Skip to main content

Popes John XXIII and John Paul II to be declared saints in April

From Ben Wedeman, CNN
updated 6:02 AM EDT, Mon September 30, 2013
STORY HIGHLIGHTS
  • To become a saint, a person needs to lead a holy life and perform two miracles
  • John Paul II is said to have cured a French nun and a Costa Rican woman
  • Pope John XXIII is only recorded as having performed one miracle after his death
  • But Pope Francis has decided that there are sufficient grounds to canonize him

(CNN) -- Popes John XXIII and John Paul II will be declared saints in April, the Vatican said Monday.

The announcement came after Pope Francis met with cardinals to discuss the planned canonizations of two of his predecessors. The ceremony will take place on April 27.

It will be the first time two popes will be canonized at the same time.

Why does a pope become a saint?

To be named a saint involves a series of steps, but the qualifications are straightforward, according to the veteran Vatican analyst John Allen.

"You put a holy life and two miracles together, according to the Catholic system, you've got a saint," he said.

Interpreting the Pope's recent comments
Pope breaks with tradition, shocks world
Gay Catholic: Pope Francis gives me hope
The Roman Catholic Church will declare Pope John Paul II a saint, the Vatican announced Friday, July 5. The Polish-born pope, pictured in 1978, was fast-tracked to beatification after his death in 2005 and was declared "blessed" barely six years later -- the fastest beatification in centuries. Here's a look at the most widely traveled pope and his journeys around the world: The Roman Catholic Church will declare Pope John Paul II a saint, the Vatican announced Friday, July 5. The Polish-born pope, pictured in 1978, was fast-tracked to beatification after his death in 2005 and was declared "blessed" barely six years later -- the fastest beatification in centuries. Here's a look at the most widely traveled pope and his journeys around the world:
Pope John Paul II
HIDE CAPTION
<<
<
1
2
3
4
5
6
7
8
9
10
11
>
>>
Photos: Pope John Paul II Photos: Pope John Paul II

The calls to canonize John Paul II began even before he had been buried. People attending his funeral in 2005 held banners saying "Santo Subito," short for "make him a saint now."

Their call was heard.

Bypassing the normal five-year waiting period, Pope Benedict XVI set in motion the process to canonize his predecessor.

John Paul is said to have miraculously cured Sister Marie Simon-Pierre, a French nun stricken by Parkinson's disease, several months after his death.

Read more: Pope names first Native American saint

The church says the second miracle occurred when a Costa Rican woman with a brain aneurism recovered after praying to John Paul.

John XXIII, revered for his role in the Second Vatican Council, is only recorded as having performed one miracle after his death in 1963.

"Pope Francis has decided that there already was a decree of heroic virtue saying that the man had lived a holy life," Allen says. "There already was one miracle certified for his beatification in 2000, so Pope Francis has decided he doesn't have to pass go, doesn't have to collect $200, he can go directly to sainthood."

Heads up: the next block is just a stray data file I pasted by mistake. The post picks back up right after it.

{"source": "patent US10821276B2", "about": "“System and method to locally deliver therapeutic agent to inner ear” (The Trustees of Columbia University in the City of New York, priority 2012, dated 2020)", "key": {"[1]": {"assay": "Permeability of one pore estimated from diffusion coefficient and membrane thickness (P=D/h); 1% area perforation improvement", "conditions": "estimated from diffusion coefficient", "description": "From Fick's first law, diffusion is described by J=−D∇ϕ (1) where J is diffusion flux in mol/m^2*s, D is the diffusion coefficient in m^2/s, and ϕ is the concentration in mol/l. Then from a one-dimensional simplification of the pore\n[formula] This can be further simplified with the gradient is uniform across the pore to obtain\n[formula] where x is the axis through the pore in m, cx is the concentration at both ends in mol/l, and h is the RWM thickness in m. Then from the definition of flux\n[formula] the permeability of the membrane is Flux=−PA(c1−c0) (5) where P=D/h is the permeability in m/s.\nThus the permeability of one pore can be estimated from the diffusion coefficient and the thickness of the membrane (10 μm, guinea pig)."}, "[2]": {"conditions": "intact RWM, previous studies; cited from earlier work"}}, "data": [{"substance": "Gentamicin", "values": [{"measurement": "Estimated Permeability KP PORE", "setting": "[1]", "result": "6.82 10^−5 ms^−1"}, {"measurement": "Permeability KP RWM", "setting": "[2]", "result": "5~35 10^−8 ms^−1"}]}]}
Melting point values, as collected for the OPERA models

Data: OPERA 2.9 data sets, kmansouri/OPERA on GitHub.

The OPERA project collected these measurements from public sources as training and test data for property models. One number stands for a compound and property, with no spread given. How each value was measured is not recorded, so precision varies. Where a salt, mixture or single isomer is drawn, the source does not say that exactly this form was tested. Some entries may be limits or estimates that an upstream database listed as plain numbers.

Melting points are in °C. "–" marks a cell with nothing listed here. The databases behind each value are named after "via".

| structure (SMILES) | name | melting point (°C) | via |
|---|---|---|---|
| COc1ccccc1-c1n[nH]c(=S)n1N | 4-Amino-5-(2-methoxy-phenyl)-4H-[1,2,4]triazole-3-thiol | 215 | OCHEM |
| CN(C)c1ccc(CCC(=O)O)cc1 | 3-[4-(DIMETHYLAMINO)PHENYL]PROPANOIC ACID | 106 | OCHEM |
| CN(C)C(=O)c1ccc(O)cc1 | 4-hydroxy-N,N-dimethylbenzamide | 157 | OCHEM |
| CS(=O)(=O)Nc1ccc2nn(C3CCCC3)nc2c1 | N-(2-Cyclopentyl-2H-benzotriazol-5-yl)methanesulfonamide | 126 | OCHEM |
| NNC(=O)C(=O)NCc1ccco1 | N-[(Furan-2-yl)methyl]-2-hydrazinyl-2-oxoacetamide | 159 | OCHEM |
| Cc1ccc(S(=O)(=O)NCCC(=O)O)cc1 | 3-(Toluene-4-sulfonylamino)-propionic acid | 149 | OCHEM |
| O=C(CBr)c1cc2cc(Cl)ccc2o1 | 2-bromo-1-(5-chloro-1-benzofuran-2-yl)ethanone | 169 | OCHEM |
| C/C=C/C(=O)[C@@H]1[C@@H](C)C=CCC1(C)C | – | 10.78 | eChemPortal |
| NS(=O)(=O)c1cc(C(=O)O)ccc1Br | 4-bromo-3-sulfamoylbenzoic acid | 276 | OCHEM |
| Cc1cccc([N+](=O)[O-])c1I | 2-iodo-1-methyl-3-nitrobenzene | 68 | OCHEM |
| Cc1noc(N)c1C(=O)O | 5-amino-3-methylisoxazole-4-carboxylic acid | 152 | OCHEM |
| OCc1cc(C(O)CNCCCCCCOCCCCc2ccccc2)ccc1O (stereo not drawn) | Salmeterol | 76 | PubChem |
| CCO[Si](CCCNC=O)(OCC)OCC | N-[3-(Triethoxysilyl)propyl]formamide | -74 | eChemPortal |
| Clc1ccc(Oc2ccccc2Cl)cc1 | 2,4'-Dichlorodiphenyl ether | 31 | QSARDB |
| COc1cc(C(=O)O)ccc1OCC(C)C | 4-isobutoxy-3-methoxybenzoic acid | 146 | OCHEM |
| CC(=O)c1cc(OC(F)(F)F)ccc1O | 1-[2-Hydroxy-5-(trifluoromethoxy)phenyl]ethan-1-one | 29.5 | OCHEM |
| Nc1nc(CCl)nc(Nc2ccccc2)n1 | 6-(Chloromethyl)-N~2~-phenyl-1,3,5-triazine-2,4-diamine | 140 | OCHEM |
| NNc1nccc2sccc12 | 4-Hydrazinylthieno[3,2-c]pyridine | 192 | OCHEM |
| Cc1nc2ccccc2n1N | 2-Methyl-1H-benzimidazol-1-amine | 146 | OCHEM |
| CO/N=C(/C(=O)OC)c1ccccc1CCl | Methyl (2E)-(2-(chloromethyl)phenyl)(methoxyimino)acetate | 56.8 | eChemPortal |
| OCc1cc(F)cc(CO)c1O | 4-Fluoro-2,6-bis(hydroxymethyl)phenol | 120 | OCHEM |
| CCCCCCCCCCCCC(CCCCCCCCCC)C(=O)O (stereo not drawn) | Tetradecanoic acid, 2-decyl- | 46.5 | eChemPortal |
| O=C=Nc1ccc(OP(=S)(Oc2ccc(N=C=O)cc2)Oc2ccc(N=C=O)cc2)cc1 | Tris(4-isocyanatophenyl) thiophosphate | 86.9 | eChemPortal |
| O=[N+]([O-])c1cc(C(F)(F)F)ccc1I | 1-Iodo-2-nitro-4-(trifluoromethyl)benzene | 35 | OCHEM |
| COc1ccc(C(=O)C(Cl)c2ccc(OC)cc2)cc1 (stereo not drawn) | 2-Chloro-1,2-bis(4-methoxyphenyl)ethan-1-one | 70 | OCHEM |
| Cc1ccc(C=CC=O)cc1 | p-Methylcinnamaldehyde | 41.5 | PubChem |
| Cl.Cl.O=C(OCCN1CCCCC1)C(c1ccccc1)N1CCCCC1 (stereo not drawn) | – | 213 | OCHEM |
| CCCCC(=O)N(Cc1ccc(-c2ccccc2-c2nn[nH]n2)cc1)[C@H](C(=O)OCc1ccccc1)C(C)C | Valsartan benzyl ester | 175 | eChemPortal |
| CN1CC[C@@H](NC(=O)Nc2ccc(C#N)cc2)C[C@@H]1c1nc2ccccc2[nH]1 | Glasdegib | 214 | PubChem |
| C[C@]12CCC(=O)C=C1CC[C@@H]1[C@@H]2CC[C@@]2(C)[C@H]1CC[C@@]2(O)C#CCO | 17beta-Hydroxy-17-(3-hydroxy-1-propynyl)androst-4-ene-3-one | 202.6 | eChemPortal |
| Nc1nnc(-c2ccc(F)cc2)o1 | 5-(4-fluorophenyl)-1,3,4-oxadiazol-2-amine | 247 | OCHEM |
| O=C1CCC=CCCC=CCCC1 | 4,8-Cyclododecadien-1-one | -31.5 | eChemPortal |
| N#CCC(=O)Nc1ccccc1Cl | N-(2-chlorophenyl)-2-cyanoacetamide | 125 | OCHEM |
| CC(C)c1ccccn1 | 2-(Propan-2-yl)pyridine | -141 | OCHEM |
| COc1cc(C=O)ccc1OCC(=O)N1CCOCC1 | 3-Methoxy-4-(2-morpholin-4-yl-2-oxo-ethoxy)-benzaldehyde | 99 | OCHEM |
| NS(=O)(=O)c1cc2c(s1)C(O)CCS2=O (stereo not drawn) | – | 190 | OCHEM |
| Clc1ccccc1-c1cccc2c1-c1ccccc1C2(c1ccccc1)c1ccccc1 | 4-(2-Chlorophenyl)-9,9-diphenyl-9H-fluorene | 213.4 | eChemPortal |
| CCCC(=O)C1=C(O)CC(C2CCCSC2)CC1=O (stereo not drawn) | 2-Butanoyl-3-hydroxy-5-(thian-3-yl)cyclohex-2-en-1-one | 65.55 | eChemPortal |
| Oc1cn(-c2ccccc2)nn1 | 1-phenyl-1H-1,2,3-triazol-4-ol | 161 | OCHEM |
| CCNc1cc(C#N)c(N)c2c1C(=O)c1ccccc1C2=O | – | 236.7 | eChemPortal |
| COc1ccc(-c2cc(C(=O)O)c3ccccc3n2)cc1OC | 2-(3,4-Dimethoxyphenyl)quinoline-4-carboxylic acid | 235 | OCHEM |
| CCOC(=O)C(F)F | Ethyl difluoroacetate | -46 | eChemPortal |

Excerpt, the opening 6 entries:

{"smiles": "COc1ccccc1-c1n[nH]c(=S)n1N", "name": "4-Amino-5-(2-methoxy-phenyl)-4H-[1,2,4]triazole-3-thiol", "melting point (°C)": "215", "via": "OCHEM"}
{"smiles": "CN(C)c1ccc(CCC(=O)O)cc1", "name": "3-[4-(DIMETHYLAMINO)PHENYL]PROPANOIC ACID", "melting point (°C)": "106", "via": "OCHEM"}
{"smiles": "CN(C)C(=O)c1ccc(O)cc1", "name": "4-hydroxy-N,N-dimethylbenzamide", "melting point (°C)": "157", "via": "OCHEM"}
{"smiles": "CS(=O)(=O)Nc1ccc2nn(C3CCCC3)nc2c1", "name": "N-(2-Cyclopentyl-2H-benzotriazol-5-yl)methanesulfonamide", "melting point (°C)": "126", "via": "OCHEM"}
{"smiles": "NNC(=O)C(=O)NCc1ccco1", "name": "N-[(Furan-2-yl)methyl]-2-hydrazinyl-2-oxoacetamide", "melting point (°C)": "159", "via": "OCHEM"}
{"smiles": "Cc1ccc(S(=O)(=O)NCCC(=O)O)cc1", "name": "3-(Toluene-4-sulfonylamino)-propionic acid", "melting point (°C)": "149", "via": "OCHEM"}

In fact, canonization by the Catholic Church simply formalizes on earth what is already in place in heaven, Allen points out.

"It's not like Karol Wojtyla, John Paul II, will suddenly become a saint when the canonization ceremony occurs," he says. "The belief would be he is already in heaven with God, living the life of a saint. All that's going to happen when the ceremony occurs is that the church will officially recognize that."

CNN's Hada Messia contributed to this report.

ADVERTISEMENT
Part of complete coverage on
updated 8:31 AM EDT, Fri August 22, 2014
James Dawes: Evil is the strongest word we have to prepare ourselves to kill others.
updated 9:59 PM EDT, Fri August 22, 2014
As protests over the shooting of an unarmed black teen calmed down, the question remains: Where's the police officer who pulled the trigger?
updated 5:22 AM EDT, Fri August 22, 2014
CNN's Tim Lister: Getting rid of ISIS will be tougher than taking on al Qaeda.
updated 8:42 PM EDT, Thu August 21, 2014
American patients infected with Ebola are being released from the hospital. What now?
updated 6:48 AM EDT, Fri August 22, 2014
One of the first observers at the MH17 crash site in Ukraine describes the harrowing scene.
updated 9:53 AM EDT, Thu August 21, 2014
Five survivors of acid attacks capture India's attention with a "ground breaking" photo shoot.
updated 8:19 AM EDT, Wed August 20, 2014
In an exclusive CNN interview, Lance Armstrong admits to having a "f**k you" attitude.
updated 8:36 PM EDT, Tue August 19, 2014
The pain that Michael Brown's parents are going through is something Sybrina Fulton can relate to. She, too, lost a son in a controversial shooting.
updated 7:49 AM EDT, Fri August 22, 2014
Cristiano Ronaldo of Real Madrid gestures during the UEFA Super Cup match between Real Madrid and Sevilla at Cardiff City Stadium on August 12, 2014 Cardiff, Wales.
"We are like one grain of sand against a whole beach," says Eibar fan Unai Eraso.
CNN joins the fight to end modern-day slavery by shining a spotlight on its horrors and highlighting success stories.
Browse through images from CNN teams around the world that you don't always see on news reports.
updated 6:22 AM EDT, Fri August 22, 2014
From fierce protests in Ferguson, to an Ebola survivor discharged from a hospital in Atlanta, browse through the photos of the week.
ADVERTISEMENT